School of Medical and Health Sciences
The study of circulating tumor cells (CTCs) has been largely confounded by the low number of these cells in the blood stream amid billions of other cells. To overcome this challenge numerous methodologies for CTC isolation have been described. Photoacoustic flow cytometry (Nedosekin et al., 2013), dielectrophoresis array (Maltoni et al., 2015) and microfluidics (Warkiani et al., 2015) are among the most sophisticated of these methodologies. However, methods based on immunecapture and immunestaining are still the more frequently utilized, with CellSearch® remaining the most commonly used method to date and the only US FDA approved (Alix-Panabieres and Pantel, 2014). Irrespective of the method of isolation and detection used most studies fail to detect CTCs in the numerous cases. This is particularly unexpected in studies of cases with metastatic disease, in which patients with substantial tumor burden have been found with undetectable CTC levels. The lack of detection of CTCs is usually attributed to limitations on the methodologies utilized such as the conditions of collection and treatment of the samples, the cell size, clustering of CTCs and the high phenotypic plasticity of cancer cells. One common concern is the lack of epithelial markers in disseminating carcinoma cells that experienced epithelial-to-mesenchymal transition (Rao et al., 2005). Moreover, the low number of CTCs usually detected, 1–10 cells in 7.5 ml of blood, is susceptible to stochastic distribution in the sampled blood.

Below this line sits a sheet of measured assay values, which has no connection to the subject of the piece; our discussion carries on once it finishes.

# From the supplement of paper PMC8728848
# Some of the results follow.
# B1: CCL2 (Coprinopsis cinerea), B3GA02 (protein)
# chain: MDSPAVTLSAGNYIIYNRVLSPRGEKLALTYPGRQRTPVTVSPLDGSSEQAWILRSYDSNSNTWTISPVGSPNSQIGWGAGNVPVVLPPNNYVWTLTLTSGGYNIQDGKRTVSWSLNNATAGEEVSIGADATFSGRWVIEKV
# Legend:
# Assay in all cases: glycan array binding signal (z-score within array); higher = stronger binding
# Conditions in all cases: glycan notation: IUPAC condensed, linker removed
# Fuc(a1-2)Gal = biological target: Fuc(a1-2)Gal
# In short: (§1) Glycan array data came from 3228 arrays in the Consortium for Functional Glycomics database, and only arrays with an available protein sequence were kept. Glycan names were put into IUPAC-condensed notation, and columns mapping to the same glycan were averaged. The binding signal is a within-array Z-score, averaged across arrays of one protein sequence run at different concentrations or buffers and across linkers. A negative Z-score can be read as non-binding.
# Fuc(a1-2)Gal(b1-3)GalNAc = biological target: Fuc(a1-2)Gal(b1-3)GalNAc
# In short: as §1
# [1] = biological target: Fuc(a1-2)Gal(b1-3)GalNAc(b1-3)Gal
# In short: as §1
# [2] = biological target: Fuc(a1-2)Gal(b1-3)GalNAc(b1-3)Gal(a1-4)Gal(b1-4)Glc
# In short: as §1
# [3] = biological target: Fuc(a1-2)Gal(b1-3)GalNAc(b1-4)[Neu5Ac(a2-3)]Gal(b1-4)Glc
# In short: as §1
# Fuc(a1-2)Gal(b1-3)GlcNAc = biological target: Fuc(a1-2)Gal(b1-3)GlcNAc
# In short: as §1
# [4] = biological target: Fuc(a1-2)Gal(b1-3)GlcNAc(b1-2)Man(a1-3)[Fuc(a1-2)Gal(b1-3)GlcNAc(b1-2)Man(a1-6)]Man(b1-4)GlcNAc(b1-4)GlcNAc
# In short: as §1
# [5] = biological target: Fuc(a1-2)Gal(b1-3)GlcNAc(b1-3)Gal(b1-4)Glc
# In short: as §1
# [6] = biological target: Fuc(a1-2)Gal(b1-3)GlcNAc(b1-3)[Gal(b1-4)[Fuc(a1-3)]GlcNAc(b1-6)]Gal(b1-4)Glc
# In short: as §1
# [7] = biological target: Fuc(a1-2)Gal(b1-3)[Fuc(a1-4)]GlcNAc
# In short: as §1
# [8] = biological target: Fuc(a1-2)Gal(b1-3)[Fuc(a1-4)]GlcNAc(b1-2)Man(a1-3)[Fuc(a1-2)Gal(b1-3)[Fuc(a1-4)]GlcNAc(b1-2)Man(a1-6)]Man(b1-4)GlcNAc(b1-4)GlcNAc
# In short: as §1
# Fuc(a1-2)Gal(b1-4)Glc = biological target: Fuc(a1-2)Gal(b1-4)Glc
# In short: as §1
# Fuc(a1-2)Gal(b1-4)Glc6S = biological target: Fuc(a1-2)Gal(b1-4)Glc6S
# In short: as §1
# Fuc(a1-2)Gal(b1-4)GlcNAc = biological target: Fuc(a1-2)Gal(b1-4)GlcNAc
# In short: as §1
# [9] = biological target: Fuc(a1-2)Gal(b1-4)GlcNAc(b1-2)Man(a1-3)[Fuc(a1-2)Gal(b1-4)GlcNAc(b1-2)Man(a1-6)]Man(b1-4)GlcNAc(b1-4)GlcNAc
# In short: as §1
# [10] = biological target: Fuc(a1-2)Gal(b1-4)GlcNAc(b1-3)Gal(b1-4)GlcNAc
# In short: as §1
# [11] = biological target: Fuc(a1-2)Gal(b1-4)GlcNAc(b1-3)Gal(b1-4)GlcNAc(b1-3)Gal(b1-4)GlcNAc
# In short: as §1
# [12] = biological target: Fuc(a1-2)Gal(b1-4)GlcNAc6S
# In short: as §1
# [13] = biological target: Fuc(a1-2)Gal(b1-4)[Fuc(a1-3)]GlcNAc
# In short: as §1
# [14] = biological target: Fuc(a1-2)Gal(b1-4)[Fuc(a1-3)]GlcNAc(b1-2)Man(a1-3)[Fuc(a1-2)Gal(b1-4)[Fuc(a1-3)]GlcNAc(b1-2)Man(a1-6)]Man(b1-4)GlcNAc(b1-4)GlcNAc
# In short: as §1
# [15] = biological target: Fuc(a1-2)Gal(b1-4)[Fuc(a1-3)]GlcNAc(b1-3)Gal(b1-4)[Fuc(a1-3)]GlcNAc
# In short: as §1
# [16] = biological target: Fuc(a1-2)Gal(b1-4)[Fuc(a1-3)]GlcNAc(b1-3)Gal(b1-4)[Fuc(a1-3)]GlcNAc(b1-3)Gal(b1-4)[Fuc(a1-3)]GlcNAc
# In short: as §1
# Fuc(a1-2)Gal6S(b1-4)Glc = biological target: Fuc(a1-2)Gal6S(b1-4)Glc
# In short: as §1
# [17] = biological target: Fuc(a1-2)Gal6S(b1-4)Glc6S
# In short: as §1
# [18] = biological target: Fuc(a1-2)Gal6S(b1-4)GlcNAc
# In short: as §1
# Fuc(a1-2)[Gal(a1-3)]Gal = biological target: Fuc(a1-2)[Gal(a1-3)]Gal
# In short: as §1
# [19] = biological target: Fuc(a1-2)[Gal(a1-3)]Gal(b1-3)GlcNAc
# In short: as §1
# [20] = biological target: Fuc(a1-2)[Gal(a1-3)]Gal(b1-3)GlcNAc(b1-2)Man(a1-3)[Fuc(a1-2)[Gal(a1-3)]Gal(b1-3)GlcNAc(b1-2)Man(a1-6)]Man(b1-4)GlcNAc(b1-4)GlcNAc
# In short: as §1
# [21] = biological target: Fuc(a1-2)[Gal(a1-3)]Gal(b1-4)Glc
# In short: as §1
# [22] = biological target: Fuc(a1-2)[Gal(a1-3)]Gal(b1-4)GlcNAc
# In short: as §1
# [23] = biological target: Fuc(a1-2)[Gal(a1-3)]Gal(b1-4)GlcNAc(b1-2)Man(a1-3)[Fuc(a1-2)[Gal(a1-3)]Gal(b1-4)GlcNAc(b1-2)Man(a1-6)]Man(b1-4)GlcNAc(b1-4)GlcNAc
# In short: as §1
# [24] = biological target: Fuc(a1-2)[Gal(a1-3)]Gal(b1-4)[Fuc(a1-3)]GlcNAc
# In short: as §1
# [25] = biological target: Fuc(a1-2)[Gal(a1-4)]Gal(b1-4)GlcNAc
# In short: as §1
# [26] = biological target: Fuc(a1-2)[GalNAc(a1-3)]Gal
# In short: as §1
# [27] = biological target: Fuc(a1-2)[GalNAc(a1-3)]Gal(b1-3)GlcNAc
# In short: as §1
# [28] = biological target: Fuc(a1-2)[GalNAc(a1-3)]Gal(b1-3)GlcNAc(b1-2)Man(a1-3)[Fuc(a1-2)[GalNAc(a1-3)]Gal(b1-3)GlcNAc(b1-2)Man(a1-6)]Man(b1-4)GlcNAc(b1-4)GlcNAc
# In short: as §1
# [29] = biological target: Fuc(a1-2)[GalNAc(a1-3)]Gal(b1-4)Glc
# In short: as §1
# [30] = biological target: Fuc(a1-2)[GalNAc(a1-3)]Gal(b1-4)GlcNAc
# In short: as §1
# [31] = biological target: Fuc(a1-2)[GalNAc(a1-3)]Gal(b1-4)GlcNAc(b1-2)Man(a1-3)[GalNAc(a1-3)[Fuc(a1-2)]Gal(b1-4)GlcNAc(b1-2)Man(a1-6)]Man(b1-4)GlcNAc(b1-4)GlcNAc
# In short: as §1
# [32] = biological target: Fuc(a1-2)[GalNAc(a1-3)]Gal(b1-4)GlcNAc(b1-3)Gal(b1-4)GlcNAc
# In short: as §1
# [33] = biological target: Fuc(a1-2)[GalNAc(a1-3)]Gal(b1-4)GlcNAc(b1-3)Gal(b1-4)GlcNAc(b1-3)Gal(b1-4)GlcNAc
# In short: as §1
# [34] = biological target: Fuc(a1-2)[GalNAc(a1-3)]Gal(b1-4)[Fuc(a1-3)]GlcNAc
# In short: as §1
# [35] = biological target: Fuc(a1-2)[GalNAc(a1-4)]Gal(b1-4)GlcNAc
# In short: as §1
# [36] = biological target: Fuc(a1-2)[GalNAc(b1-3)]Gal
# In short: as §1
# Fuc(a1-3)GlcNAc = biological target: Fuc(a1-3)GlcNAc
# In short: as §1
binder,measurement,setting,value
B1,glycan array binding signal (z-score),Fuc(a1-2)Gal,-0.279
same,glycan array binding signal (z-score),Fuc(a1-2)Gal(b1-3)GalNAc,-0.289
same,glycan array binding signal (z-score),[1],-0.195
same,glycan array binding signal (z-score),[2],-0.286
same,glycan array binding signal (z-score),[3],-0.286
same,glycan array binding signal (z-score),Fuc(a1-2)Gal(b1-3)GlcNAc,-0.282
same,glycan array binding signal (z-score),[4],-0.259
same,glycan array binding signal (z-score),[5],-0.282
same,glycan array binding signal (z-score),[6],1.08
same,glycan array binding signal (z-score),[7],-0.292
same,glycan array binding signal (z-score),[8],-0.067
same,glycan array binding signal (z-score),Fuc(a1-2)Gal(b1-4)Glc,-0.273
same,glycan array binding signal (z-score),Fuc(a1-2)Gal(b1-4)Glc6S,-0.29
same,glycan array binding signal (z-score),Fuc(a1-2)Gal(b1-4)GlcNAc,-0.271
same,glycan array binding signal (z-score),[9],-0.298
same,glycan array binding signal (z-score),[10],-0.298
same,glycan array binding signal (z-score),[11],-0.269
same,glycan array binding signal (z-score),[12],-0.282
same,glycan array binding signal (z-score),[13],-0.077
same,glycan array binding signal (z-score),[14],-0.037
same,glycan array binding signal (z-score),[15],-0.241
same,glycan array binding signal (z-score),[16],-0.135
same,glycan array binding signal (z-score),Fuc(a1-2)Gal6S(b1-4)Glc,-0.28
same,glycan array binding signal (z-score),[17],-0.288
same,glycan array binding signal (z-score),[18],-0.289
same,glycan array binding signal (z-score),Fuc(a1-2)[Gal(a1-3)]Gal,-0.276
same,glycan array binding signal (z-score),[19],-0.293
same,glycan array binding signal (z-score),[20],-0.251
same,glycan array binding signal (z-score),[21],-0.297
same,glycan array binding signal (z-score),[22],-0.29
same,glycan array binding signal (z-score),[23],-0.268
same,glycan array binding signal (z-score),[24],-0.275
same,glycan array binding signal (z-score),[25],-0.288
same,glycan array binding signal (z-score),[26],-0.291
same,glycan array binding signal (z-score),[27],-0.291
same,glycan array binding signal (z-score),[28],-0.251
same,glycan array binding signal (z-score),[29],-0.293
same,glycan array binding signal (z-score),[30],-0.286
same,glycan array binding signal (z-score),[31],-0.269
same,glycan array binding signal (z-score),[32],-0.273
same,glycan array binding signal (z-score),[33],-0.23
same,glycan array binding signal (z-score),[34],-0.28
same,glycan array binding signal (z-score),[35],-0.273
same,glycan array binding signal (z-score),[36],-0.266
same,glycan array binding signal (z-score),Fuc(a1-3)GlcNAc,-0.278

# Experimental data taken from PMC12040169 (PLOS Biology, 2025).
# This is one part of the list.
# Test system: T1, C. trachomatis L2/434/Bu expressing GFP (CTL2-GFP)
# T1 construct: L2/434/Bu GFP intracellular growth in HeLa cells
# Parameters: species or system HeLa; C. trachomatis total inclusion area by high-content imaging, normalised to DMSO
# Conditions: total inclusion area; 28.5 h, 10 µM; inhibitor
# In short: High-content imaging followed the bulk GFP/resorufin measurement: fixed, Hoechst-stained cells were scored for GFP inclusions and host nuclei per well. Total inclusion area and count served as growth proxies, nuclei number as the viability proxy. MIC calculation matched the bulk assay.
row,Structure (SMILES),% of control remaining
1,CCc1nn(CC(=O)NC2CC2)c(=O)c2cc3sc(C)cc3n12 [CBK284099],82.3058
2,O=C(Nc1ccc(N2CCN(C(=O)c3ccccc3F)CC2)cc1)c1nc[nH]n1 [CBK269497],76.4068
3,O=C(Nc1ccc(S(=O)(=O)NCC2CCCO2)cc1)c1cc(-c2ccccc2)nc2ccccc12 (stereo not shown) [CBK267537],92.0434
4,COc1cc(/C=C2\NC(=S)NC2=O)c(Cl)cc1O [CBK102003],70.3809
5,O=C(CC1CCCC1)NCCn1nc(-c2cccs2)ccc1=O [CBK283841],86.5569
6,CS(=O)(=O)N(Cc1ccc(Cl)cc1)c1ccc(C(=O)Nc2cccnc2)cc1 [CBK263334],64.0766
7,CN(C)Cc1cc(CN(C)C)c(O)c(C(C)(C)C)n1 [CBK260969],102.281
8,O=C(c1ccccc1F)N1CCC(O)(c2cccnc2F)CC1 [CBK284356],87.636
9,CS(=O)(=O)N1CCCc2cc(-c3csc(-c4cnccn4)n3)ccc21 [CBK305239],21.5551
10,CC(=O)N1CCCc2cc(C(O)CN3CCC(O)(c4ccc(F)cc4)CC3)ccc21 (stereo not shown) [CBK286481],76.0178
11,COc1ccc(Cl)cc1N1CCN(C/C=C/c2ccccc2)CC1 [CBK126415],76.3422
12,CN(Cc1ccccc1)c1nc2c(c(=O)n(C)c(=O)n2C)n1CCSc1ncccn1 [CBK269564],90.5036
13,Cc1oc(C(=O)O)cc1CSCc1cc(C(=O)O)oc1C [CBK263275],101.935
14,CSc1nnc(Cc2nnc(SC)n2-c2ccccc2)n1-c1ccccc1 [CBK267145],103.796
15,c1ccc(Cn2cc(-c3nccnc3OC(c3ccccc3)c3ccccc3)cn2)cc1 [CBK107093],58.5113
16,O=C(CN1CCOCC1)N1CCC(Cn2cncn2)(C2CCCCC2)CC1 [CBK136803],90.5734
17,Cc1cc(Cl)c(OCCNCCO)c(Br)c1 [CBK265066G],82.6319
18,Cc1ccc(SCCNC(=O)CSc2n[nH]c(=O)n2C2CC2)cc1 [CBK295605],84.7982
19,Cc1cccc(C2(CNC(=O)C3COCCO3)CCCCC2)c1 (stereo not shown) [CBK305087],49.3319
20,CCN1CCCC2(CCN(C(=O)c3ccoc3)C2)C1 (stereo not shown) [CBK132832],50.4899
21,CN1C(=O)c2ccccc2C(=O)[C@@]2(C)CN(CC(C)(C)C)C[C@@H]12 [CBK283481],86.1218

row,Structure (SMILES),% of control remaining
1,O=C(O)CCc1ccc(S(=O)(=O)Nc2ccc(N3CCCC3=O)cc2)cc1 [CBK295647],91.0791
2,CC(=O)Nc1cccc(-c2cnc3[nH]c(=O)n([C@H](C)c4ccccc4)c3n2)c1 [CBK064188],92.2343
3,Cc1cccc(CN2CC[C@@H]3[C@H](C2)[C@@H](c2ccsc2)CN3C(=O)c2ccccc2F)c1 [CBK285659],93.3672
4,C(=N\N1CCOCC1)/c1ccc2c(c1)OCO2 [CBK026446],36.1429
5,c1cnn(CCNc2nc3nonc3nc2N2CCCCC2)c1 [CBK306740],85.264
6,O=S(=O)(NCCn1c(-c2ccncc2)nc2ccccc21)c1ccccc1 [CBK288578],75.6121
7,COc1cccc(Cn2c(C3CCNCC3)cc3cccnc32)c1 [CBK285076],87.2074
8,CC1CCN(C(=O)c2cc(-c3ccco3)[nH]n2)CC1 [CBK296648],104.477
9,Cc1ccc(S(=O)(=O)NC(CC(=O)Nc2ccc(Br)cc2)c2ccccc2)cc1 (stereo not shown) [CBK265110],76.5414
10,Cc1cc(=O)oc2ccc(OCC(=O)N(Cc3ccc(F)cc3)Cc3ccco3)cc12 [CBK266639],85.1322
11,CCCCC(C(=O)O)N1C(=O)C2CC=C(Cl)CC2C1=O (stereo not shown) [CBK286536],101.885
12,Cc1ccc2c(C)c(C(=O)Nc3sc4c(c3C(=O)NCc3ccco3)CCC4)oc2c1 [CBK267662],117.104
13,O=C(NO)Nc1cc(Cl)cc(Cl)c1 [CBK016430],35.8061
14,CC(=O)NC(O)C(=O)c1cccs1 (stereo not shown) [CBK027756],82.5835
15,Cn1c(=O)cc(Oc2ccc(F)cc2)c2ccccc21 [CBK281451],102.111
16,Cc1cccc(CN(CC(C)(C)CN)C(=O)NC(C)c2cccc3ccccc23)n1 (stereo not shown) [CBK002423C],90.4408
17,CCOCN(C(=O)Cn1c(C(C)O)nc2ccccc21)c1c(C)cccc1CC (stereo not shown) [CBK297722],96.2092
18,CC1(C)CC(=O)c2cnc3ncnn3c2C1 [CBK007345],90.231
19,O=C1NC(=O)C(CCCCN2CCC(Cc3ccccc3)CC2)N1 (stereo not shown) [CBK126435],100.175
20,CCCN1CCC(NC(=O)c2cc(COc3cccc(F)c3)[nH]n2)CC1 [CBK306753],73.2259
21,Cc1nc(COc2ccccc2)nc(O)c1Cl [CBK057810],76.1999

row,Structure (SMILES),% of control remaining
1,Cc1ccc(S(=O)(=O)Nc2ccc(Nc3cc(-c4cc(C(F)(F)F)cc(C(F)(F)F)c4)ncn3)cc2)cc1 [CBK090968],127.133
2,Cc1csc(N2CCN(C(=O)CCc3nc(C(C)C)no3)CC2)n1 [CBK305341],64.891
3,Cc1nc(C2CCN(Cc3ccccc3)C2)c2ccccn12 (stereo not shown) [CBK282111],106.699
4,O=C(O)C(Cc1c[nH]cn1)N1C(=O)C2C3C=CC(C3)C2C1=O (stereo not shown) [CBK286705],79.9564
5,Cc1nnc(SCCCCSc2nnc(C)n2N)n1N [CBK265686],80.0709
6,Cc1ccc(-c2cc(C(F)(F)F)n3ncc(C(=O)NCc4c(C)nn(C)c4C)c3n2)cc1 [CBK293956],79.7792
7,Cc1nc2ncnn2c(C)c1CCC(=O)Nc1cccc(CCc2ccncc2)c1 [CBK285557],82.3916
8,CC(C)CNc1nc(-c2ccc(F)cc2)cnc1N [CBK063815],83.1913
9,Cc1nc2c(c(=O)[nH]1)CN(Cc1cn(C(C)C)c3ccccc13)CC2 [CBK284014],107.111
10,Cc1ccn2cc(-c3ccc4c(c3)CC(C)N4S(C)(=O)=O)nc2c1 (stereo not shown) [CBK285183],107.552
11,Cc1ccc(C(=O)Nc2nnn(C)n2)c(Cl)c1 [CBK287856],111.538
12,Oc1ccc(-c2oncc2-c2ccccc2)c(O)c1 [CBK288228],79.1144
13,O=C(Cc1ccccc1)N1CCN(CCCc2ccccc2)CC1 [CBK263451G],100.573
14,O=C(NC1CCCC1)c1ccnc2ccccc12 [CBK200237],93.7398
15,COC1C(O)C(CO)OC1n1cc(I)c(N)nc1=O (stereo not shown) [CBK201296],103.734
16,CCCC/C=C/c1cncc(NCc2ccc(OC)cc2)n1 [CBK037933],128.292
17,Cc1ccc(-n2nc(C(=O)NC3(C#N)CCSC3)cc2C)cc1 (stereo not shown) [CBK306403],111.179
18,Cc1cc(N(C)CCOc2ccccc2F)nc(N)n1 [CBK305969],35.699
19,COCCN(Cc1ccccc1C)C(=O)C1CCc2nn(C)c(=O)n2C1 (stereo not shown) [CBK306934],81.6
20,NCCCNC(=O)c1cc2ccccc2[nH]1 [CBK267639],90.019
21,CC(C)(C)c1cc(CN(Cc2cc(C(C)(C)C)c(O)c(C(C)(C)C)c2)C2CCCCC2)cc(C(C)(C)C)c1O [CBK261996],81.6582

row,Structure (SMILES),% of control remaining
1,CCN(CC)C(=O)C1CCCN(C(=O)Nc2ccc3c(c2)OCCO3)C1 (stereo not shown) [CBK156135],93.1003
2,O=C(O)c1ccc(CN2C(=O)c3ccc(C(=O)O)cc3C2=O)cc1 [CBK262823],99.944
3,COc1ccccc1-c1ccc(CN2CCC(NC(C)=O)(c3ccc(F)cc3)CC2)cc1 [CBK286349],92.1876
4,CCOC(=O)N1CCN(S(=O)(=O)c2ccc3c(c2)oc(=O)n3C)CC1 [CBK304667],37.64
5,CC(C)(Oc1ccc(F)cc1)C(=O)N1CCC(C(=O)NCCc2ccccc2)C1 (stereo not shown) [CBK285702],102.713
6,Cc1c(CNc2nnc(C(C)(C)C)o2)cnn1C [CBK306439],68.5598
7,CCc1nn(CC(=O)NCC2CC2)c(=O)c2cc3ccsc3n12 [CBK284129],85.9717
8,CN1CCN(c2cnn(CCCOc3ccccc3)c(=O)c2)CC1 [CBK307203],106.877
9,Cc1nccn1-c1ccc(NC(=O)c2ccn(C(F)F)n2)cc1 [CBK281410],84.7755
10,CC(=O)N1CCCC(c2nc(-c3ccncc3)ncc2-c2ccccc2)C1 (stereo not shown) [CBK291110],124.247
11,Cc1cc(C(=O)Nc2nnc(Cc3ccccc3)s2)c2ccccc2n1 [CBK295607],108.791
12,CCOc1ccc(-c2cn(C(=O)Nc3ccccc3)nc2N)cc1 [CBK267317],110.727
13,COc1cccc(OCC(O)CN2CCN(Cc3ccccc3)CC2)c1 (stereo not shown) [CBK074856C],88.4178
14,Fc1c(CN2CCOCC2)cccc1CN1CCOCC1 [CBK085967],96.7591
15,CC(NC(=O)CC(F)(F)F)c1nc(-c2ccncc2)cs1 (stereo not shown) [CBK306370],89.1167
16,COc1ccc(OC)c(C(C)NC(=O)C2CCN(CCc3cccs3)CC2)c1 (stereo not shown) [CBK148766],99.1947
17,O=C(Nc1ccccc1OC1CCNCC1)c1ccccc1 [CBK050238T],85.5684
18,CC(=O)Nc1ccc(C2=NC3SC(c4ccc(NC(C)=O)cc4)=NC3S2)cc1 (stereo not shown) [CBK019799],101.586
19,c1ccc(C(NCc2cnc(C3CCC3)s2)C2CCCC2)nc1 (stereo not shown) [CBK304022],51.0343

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Gray, E. S. (2015). Arterial or Venous: Where Are the Circulating Tumor Cells? EBioMedicine, 2(11), 1596-1597. Available here